|Publication number||US5627548 A|
|Application number||US 08/563,568|
|Publication date||May 6, 1997|
|Filing date||Nov 30, 1995|
|Priority date||Nov 30, 1995|
|Also published as||US5781155|
|Publication number||08563568, 563568, US 5627548 A, US 5627548A, US-A-5627548, US5627548 A, US5627548A|
|Inventors||Arthur N. Woo, Kiyoko M. Mura-Smith, Gregory T. Janky|
|Original Assignee||Trimble Navigation Limited|
|Export Citation||BiBTeX, EndNote, RefMan|
|Patent Citations (9), Referenced by (104), Classifications (29), Legal Events (6)|
|External Links: USPTO, USPTO Assignment, Espacenet|
1. Field of the Invention
The invention relates generally to satellite navigation equipment and more specifically to personal navigation wristwear.
2. Description of the Prior Art
Global positioning system (GPS) receivers for consumer use have dramatically decreased in size and price due to on-going developments in semiconductor fabricating technology and the manufacturing scales of economy possible for consumer products. Handheld portable GPS receivers about the size of a large candy bar are now selling for under $300. Smaller and better performing equipment is still possible.
David Gildea and Charles Trimble describe in U.S. Pat. No. 5,345,244, issued Sep. 6, 1994, a cordless SPS smart antenna device. Such patent is incorporated herein by reference. What is essentially a complete GPS receiver is partitioned into two parts, a smart part and a display part. Both the code processing for satellite tracking and the navigation processing for position and velocity solutions are done in the smart part. The device permits a user to roam in areas that would not permit direct GPS receiver operation, e.g., indoors, under tree-cover, etc. However, since the navigation processing is done in the smart part, the part not carried by the user, the manipulation of databases and other high-end functions are hindered because the display part alone is too far down the processing stream.
It is therefore an object of the present invention to provide a whole GPS receiver in a watch housing.
It is another object of the present invention to provide a GPS receiver that is split in two parts where the navigation processing is done in a unit worn on the wrist of a user and can be turned off at will without incurring a time-to-first-fix penalty when turned back on.
Briefly, a navigation wristwear device embodiment of the present invention comprises a GPS receiver fully disposed in a wrist watch type housing. A transparent microwave patch antenna is patterned of indium-tin-oxide on sapphire in front of an LCD time, position and velocity display. A bezel provides a protective window. A low-noise amplifier, downconversion, code processing and navigation processing are all provided on a single integrated circuit. Photovoltaic solar cells to each side of the LCD help keep a battery charged.
An advantage of the present invention is that a GPS receiver is provided that allows users to receive personal navigation information in a wrist watch device.
Another advantage of the present invention is that a two-part GPS receiver is provided that displays its first fix near instantly after its wrist-worn part is turned on.
These and other objects and advantages of the present invention will no doubt become obvious to those of ordinary skill in the art after having read the following detailed description of the preferred embodiment which is illustrated in the drawing figures.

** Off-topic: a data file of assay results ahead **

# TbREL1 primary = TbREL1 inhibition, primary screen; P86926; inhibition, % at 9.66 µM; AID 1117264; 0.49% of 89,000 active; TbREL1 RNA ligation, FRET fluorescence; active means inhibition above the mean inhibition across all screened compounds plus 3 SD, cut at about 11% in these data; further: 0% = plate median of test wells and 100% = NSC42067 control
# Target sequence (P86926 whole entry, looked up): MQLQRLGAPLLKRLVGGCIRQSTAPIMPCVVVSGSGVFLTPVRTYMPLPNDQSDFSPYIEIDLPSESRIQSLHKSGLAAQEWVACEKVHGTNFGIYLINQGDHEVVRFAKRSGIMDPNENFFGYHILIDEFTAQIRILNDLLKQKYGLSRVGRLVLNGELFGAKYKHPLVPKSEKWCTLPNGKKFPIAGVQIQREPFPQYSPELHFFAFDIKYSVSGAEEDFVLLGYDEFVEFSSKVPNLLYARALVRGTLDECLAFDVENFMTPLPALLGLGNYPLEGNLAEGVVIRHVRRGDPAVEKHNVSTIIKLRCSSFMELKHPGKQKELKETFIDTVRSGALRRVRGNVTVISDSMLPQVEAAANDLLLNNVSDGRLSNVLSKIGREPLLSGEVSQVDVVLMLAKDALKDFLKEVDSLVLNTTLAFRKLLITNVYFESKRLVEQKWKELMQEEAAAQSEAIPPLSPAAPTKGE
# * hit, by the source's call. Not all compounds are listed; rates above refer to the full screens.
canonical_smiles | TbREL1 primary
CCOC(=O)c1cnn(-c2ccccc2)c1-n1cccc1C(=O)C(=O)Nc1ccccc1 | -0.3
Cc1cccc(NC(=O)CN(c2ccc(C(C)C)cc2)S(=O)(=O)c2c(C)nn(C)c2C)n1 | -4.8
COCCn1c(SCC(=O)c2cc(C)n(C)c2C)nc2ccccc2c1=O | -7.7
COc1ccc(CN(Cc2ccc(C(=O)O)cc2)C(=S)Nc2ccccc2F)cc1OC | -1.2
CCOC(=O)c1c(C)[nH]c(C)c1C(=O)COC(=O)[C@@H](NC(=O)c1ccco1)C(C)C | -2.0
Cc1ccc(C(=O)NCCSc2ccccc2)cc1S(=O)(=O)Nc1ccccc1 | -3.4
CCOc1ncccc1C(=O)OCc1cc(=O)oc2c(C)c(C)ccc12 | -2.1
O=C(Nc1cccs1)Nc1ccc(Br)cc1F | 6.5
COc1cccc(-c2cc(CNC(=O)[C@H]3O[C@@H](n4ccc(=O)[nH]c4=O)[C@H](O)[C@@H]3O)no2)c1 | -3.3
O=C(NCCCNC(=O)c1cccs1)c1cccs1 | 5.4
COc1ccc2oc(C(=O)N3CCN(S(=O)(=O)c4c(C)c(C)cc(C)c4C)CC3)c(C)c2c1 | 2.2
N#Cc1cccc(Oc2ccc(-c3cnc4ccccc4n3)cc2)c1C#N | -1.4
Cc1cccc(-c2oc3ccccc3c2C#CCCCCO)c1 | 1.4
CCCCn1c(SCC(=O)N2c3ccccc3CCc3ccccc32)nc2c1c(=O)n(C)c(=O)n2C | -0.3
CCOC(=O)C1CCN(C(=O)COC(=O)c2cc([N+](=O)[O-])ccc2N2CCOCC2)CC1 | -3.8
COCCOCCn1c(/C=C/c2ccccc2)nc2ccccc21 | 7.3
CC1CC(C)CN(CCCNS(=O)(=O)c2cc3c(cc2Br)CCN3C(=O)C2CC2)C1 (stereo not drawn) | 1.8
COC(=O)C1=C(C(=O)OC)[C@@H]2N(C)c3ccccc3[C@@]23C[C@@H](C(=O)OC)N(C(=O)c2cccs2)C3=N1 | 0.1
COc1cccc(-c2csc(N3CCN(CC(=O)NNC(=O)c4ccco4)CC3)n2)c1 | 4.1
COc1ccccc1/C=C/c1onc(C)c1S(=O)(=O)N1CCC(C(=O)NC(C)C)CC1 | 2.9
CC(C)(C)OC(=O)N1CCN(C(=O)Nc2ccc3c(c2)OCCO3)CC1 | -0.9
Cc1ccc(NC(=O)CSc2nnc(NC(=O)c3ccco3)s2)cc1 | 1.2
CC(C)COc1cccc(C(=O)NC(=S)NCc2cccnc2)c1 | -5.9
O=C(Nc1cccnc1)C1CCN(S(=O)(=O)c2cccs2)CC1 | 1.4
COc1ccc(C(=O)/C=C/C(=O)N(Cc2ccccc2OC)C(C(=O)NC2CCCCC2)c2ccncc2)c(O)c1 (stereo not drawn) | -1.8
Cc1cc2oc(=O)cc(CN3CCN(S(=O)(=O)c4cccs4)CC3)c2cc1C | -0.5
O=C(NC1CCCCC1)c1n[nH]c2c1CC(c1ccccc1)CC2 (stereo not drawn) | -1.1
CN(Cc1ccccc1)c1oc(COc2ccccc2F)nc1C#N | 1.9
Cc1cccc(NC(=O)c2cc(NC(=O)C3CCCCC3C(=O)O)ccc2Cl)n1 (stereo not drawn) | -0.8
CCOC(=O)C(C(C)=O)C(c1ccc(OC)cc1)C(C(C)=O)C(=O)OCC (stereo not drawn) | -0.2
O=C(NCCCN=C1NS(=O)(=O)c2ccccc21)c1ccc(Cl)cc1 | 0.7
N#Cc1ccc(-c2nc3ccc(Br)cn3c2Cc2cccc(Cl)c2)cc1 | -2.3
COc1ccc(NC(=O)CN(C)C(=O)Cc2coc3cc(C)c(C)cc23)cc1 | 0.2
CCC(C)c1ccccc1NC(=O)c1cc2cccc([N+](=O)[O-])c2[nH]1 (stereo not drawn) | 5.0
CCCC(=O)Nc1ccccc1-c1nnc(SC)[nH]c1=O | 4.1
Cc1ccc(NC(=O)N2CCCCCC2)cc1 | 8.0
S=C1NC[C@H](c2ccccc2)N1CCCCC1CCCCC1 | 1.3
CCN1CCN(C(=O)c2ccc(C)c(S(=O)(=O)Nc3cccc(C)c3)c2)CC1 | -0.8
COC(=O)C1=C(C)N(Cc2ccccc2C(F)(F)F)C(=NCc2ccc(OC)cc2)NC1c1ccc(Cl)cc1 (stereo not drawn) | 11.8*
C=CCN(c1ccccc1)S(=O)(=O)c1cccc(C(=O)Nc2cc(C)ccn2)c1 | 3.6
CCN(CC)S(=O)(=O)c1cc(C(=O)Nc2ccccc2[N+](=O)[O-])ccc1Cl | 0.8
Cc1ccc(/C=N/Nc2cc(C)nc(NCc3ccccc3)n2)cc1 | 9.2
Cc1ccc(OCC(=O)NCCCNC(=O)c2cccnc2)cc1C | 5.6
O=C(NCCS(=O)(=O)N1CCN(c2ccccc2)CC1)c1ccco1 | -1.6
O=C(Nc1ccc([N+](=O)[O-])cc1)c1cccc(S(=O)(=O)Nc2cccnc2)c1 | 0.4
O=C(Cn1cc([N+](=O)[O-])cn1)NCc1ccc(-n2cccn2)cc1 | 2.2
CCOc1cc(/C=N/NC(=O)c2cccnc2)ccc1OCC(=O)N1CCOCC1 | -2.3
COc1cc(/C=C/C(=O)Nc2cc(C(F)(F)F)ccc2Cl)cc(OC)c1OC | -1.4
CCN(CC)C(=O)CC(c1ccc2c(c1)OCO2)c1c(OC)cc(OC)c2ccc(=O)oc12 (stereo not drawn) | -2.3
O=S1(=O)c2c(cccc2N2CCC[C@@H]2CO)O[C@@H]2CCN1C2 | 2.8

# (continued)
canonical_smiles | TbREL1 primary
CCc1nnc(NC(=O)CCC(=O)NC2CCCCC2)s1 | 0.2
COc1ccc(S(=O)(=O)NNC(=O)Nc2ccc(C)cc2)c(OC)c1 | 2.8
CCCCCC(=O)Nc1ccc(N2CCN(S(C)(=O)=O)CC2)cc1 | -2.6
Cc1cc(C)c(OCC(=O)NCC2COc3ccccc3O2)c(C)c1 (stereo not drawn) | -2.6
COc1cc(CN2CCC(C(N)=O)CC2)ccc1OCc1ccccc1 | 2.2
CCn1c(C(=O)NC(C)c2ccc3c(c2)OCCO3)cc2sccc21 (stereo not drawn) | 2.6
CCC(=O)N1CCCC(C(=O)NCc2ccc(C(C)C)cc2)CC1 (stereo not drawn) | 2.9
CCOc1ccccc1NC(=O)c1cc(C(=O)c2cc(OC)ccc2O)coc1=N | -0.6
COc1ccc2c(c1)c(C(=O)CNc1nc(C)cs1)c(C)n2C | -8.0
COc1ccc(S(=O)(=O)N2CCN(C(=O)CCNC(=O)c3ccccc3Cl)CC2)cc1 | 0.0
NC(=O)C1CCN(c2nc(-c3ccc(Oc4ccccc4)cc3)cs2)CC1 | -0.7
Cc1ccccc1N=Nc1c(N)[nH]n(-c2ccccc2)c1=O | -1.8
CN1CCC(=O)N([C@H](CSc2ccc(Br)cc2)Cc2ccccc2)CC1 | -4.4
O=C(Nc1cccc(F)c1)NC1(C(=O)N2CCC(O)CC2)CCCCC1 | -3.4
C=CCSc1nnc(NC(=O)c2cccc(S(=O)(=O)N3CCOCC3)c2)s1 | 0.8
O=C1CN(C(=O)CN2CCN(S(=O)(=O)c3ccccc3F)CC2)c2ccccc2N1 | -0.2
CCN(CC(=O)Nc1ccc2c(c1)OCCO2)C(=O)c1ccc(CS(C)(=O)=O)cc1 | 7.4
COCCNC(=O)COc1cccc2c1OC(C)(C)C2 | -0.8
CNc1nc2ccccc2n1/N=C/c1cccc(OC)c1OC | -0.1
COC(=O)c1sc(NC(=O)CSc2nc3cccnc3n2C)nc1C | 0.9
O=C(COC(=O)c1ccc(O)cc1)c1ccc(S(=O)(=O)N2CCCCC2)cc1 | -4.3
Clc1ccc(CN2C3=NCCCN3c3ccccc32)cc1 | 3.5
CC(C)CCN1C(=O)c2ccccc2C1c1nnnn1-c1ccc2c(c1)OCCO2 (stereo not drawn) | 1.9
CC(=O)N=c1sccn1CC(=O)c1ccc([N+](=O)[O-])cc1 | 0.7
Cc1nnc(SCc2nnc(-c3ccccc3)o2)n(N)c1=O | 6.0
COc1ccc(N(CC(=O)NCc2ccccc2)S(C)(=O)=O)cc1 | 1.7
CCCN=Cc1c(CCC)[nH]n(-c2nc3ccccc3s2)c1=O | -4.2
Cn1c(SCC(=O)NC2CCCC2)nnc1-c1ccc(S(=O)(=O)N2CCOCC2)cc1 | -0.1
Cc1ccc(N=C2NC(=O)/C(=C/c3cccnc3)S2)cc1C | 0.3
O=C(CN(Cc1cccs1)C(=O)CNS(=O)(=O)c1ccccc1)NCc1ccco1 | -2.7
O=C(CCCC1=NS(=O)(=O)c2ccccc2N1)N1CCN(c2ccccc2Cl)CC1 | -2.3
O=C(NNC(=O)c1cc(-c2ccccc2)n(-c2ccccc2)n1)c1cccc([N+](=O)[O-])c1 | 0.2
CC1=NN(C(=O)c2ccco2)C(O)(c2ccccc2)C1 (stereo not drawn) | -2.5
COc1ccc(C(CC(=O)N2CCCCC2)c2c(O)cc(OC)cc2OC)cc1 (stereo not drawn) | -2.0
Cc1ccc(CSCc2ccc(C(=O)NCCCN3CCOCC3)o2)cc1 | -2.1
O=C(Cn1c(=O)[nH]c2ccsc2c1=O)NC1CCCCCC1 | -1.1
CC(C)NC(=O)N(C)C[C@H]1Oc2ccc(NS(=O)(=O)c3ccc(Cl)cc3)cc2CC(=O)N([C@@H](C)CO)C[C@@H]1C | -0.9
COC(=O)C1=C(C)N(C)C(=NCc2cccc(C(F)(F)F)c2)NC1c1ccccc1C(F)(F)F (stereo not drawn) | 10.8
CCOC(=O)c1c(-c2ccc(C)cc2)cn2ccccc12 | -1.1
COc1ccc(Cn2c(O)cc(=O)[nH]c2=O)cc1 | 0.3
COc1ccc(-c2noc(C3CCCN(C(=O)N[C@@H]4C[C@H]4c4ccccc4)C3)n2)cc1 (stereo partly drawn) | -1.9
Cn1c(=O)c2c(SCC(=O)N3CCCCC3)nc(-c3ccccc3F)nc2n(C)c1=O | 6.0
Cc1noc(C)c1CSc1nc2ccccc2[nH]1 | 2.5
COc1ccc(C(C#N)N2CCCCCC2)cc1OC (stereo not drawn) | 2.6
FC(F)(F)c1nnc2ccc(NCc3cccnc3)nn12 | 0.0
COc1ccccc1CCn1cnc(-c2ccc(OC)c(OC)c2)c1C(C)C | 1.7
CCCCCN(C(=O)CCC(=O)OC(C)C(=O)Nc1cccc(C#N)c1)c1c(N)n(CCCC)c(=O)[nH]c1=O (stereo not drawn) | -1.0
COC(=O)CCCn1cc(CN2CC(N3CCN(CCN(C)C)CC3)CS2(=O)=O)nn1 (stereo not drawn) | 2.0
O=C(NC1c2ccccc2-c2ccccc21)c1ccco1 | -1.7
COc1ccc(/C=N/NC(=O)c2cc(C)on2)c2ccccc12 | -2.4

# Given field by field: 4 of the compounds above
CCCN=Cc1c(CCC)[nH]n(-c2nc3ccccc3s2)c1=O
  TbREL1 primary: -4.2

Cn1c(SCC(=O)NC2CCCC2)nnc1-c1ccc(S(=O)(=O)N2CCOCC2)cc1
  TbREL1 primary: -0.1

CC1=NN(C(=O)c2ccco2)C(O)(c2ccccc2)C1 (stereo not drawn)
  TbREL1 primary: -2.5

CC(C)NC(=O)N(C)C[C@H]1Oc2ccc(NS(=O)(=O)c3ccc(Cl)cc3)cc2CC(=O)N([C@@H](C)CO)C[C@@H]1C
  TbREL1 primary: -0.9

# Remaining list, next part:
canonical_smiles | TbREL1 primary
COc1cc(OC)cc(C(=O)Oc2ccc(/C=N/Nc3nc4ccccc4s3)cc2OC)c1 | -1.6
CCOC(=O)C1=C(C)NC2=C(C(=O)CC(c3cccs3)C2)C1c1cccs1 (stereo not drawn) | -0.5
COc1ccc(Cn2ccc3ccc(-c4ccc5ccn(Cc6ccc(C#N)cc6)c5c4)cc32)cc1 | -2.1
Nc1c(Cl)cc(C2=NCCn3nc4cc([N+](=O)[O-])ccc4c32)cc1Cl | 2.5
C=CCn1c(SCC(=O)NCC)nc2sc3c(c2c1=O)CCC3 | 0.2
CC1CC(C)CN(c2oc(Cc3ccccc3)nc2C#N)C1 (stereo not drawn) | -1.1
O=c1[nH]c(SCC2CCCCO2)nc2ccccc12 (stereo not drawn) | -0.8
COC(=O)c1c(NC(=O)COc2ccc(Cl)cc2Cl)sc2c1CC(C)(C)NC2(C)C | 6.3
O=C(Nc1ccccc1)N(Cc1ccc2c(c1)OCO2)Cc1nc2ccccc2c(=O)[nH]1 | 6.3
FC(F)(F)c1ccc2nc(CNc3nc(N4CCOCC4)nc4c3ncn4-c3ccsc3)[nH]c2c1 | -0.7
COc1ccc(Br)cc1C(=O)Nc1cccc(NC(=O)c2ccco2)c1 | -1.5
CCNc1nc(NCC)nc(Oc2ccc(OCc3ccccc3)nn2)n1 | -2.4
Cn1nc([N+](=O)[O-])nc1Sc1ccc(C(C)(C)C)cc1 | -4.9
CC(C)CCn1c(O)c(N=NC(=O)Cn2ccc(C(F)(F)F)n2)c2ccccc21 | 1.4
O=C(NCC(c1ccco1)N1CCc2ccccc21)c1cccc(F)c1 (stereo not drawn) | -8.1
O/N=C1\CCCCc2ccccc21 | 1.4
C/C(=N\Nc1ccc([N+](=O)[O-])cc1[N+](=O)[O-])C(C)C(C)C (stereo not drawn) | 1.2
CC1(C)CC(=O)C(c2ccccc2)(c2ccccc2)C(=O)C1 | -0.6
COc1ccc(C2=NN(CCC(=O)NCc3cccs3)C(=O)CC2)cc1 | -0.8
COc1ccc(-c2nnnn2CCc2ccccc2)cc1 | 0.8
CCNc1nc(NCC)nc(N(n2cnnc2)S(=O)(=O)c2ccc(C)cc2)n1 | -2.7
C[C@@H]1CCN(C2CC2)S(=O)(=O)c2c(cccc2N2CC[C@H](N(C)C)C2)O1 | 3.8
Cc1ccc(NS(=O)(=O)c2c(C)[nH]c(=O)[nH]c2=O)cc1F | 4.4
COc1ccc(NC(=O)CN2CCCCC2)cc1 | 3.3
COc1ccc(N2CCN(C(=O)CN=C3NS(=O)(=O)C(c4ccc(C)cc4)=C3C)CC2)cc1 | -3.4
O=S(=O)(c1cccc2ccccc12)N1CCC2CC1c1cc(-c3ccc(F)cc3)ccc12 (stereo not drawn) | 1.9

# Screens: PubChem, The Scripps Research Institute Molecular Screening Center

FIG. 1 is a diagram of a user wearing a GPS receiver system embodiment of the present invention having two parts, a shoulder unit and a wrist unit;
FIG. 2 is a block diagram of the GPS receiver system of FIG. 1;
FIG. 3 is a diagram of a user wearing a GPS receiver system embodiment of the present invention entirely disposed in a wrist unit;
FIG. 4 is a block diagram of the GPS receiver system of FIG. 3;
FIG. 5 is a perspective view of the GPS receiver of FIG. 3 without its wrist straps;
FIG. 6 is a side view of the GPS receiver of FIG. 5;
FIG. 7 is a perspective view of the GPS receiver of FIG. 3 with its wrist straps;
FIG. 8A is an exploded assembly diagram of a device similar to the GPS receiver of FIG. 3 that is based on an annular ring GPS antenna;
FIG. 8B is a transverse cross-section of the device of FIG. 8A;
FIG. 9A is an exploded assembly diagram of a device similar to the GPS receiver of FIG. 3 that is based on a circular dipole GPS antenna;
FIG. 9B is a transverse cross-section of the device of FIG. 9A;
FIG. 10A is an exploded assembly diagram of a device similar to the GPS receiver of FIG. 3 that is based on a transparent patch GPS antenna;
FIG. 10B is a transverse cross-section of the device of FIG. 10A;
FIG. 11A is an exploded assembly diagram of a device similar to the GPS receiver of FIG. 3 that is based on a folded dipole GPS antenna; and
FIG. 11B is a transverse cross-section of the device of FIG. 11A.
FIGS. 1 and 2 illustrate a global positioning system (GPS) receiver system embodiment of the present invention, referred to herein by the general reference numeral 10. GPS receiver system 10 comprises a shoulder-worn unit 12 with an optional photo-voltaic (PV) solar cell 14, and a wrist-worn unit 16. A personal computer (PC) 18 provides database and data-logging support over an infrared link 20. The shoulder-worn unit 12 and the wrist-worn unit 16 communicate with a radio link 22. Differential-correction and so-called "RTCM" data is received over a radio link 24, e.g., from a local beacon or reference station. A plurality of L-band microwave signals 26 are received from orbiting navigation satellites and such signals are coded to provide ranging and timing information.